Nyungwe National Park is nestled in the southwest corner of Rwanda, a nation roughly the size of the state of Maryland. Nyungwe is several hours south of Volcanoes National Park (VNP) of “Gorillas in the Mist” fame. VNP brings people from all over the world to northern Rwanda, but some manage to also find this emerald forest in Nyungwe by Lake Kivu.
We first visited Rwanda in October 2012 at the request of USAID. Our assessment of the visitor experience and park guides’ skills led to this USAID supported trip to conduct NAI’s Certified Interpretive Guide (CIG) course for thirty guides in two class groups and the Certified Interpretive Host (CIH) course for individuals from seven partner organizations within and around the park, including community cultural programs, lodges, and World Conservation Society (WCS) along with Nyungwe’s chief wardens and reception personnel.
We completed the first CIG course on January 24th and I think we enjoyed the five days as much as the guides and learned much from them. We added a day to the usual four-day training in recognition of the language and cultural challenges and we probably could have used several more. All of Nyungwe’s guides speak English well, but Kinyarwanda and French are the preferred languages of several of them.
The guides performed admirably and thirteen earned the CIG credential in the first course. They know the birds, trees, and primates of this incredible landscape quite well, but the social science and communication techniques of the CIG course were mostly new to them and they took to the requirements eagerly. We saw incredible examples of thought-provoking thematic presentations in the 10-minute performance portion of the course. They are rightfully proud of having earned the credentials.
As we said goodbye to what we know will be new lifelong friends, we turned our attention to a day of regrouping before tackling the CIHost course. We spent part of our day off with Hope (Espoir), one of our CIG students, who took us for a short
walk in the tea fields near Gisakura at the edge of the rainforest. We were met near Nyungwe Forest Lodge by a woman tracker, who took us up close to a troop of 45 Angolan colobus monkeys. For two hours we watched them as they moved closer and closer to us out of curiosity, until they were only about ten to twenty feet away. Then the tracker urged us to move back toward the tea fields where she had spotted a Mona monkey, one of the thirteen species of primates in Nyungwe we had not yet seen. The Mona had a beautiful expressive face and brought our total to nine species of primates viewed in this remarkable forest. We took about 1100 photos and video clips through the magic of Nikon 3200 and D40 cameras, including colobus monkeys jumping from tree to tree and interacting with mountain monkeys that entered their feeding area. It was amazing and Hope’s interpretation of it all was heartwarming. He brings just the right blend of stories, time to observe, questions and personal enthusiasm to the conversation.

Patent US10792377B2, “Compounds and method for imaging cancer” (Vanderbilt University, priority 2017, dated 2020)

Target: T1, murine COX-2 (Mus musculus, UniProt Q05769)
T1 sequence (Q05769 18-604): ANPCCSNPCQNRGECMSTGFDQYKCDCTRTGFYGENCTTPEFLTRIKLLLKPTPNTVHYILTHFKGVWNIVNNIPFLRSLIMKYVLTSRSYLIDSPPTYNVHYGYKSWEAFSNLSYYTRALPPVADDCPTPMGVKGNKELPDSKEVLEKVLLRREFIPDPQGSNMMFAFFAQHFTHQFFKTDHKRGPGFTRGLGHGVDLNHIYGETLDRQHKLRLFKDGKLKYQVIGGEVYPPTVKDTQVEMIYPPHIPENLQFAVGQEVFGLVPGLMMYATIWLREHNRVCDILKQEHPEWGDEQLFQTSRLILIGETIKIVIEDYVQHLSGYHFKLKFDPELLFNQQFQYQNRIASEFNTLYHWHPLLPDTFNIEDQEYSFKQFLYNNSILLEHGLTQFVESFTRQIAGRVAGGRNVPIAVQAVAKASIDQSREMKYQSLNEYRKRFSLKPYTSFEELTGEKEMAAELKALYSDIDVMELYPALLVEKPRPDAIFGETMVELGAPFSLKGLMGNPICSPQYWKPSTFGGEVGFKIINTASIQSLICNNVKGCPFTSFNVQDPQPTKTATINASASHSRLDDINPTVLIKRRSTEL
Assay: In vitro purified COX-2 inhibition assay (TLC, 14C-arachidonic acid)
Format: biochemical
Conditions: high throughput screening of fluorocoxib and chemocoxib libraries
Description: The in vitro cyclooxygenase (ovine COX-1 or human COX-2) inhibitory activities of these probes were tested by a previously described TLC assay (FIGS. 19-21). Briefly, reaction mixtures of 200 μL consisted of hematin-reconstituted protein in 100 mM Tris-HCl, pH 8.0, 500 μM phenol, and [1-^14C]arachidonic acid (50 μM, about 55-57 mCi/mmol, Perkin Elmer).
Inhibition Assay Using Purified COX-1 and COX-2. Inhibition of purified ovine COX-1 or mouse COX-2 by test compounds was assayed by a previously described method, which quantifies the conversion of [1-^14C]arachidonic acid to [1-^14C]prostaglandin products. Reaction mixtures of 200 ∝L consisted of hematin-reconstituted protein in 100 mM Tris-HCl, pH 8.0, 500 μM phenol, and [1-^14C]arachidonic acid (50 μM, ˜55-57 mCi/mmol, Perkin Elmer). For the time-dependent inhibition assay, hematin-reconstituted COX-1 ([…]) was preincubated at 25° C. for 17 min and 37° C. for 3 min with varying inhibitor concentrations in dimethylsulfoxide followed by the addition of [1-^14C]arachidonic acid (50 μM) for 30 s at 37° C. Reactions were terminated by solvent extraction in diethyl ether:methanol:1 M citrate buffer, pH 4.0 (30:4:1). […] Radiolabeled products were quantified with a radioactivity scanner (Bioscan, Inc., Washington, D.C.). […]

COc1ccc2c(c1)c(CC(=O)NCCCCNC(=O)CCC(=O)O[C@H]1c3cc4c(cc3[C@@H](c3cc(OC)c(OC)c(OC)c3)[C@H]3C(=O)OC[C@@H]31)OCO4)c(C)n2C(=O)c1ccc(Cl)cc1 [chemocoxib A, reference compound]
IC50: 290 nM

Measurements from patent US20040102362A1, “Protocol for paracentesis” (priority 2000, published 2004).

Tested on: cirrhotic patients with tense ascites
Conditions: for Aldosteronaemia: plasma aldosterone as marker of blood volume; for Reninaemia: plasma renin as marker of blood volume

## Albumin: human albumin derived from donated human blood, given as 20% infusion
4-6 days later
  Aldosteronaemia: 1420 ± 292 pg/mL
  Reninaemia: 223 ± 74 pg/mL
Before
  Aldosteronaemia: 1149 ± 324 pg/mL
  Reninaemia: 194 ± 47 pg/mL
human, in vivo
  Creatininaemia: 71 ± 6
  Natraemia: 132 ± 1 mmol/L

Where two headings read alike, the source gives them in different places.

It turned out to be one of the best days I have ever enjoyed in the outdoors. As we walked with Hope back to the reception office, we were simply overwhelmed by the experience. It started to rain just as we approached the Gisakura Guest House, where a cup of hot coffee and a delicious lunch was waiting. We have been profoundly touched by these hospitable people and the rich landscape where they work.
Nyungwe is two and a half hours from Kigali, the capital of Rwanda, and only a few miles from Democratic Republic of the Congo and Burundi. It boasts thirteen species of primates including chimpanzees, 1016 species of plants, 278 species of birds and dozens of endemics (found only here). It is a naturalist’s paradise, but it is much more than that. Its mission statement reflects its global and regional significance and emphasizes a balance between conservation and tourism. Here, you can stay at beautifully located lodges surrounding the park, walk the trails with well-trained guides and relax with the amazing hospitality of the Rwandan people.
The painful civil conflict of almost two decades ago is not forgotten but peace and reconciliation have been the practice of this nation in recovering. It is a safe place to visit and Nyungwe provides incredible trails, waterfalls, dense montane rainforest, rich wildlife and unique cultural experiences.
They have protected and interpret more than 1,010 square kilometers of pristine rainforest for the future of their children and all mankind. This preserve protects more than 70% of the water used by the people of Rwanda and the headwaters of both the Congo and Nile Rivers, relied upon by hundreds of villages. Once threatened by poaching, gold mining and the burning of bee trees, the forest is now carefully managed to protect the biodiversity of the region and support local communities.
Rwanda’s gorilla tracking in the Virunga Volcanoes should be a bucket list trip for everyone in our opinion, but Nyungwe has much to offer also. If you get a chance to visit this friendly nation, do not miss Nyungwe National Park. You will be met by talented and dedicated guides, who will be happy to share their forest with you.